For definition of Groups, see Preamble Evaluation.
VOL.: 71 (1999) (p. 531)
Chem. Abstr. Name: Dimethylcarbamic chloride
5.1 Exposure data
Exposure to dimethylcarbamoyl chloride may occur during its manufacture and its use as an intermediate in the manufacture of a number of pharmaceuticals and pesticides.
5.2 Human carcinogenicity data
No deaths from cancer were reported in a small study of workers exposed for periods ranging from six months to 12 years.
5.3 Animal carcinogenicity data
Dimethylcarbamoyl chloride was tested for carcinogenicity in rats and hamsters by inhalation exposure, producing malignant tumours of the nasal cavity. It was also tested in mice by skin application and by subcutaneous and intraperitoneal injection, producing local tumours.
5.4 Other relevant data
No data were available on the metabolism of dimethylcarbamoyl chloride, but it rapidly decomposes on contact with water to dimethylamine, hydrochloric acid and carbon dioxide.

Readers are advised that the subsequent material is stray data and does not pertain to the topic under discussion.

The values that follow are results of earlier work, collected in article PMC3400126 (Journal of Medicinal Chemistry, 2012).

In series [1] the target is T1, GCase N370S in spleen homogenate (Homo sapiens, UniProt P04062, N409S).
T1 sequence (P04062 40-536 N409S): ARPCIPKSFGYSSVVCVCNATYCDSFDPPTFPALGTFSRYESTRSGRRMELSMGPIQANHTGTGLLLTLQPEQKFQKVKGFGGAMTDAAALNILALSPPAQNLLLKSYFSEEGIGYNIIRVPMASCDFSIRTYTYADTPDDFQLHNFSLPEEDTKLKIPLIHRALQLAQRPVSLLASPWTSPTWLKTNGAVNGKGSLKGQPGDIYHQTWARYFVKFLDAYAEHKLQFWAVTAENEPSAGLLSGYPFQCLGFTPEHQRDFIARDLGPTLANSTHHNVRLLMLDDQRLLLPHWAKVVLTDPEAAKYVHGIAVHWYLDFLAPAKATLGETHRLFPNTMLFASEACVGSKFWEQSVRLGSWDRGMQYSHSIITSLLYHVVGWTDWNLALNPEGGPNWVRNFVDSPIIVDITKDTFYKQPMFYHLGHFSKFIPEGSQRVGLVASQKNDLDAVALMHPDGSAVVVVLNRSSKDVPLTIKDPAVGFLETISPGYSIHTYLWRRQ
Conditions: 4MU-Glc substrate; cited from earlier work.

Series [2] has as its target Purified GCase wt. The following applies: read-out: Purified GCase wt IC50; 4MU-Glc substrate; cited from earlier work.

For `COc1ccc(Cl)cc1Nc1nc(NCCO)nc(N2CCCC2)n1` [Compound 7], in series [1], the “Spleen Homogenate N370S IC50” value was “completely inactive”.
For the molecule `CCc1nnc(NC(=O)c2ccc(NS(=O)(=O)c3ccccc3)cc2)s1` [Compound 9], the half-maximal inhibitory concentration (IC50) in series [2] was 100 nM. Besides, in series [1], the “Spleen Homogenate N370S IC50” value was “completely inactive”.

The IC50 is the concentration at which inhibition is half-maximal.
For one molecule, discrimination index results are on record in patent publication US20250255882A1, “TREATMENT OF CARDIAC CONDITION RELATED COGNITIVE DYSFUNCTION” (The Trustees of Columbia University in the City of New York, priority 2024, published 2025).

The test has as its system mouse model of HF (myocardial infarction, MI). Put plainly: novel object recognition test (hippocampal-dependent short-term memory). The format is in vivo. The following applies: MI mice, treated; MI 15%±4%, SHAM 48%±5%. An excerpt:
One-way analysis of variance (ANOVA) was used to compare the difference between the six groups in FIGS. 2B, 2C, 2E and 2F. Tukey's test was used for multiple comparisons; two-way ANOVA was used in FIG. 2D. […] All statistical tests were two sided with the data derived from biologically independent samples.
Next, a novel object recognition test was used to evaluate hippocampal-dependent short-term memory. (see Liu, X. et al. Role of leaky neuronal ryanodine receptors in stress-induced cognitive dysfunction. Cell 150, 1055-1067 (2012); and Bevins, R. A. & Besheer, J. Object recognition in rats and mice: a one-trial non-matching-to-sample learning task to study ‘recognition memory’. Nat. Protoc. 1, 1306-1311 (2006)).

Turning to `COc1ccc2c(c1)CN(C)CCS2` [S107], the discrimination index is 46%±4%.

Dimethylcarbamoyl chloride when inhaled by rats damages the nasal mucous membrane, throat and lung.
It has a wide spectrum of genotoxic activity, which is expressed as a result of its direct alkylating activity.
There is inadequate evidence in humans for the carcinogenicity of dimethylcarbamoyl chloride.
There is sufficient evidence in experimental animals for the carcinogenicity of dimethylcarbamoyl chloride.
Dimethylcarbamoyl chloride is probably carcinogenic to humans (Group 2A).
In making the overall evaluation, the Working Group took into consideration that dimethylcarbamoyl chloride is a direct-acting alkylating agent with a wide spectrum of genotoxic activity, including activity in somatic cells in vivo.For definition of the italicized terms, see Preamble Evaluation.
Previous evaluations: Vol. 12 (1976); Suppl. 7 (1987)
See Also: Toxicological Abbreviations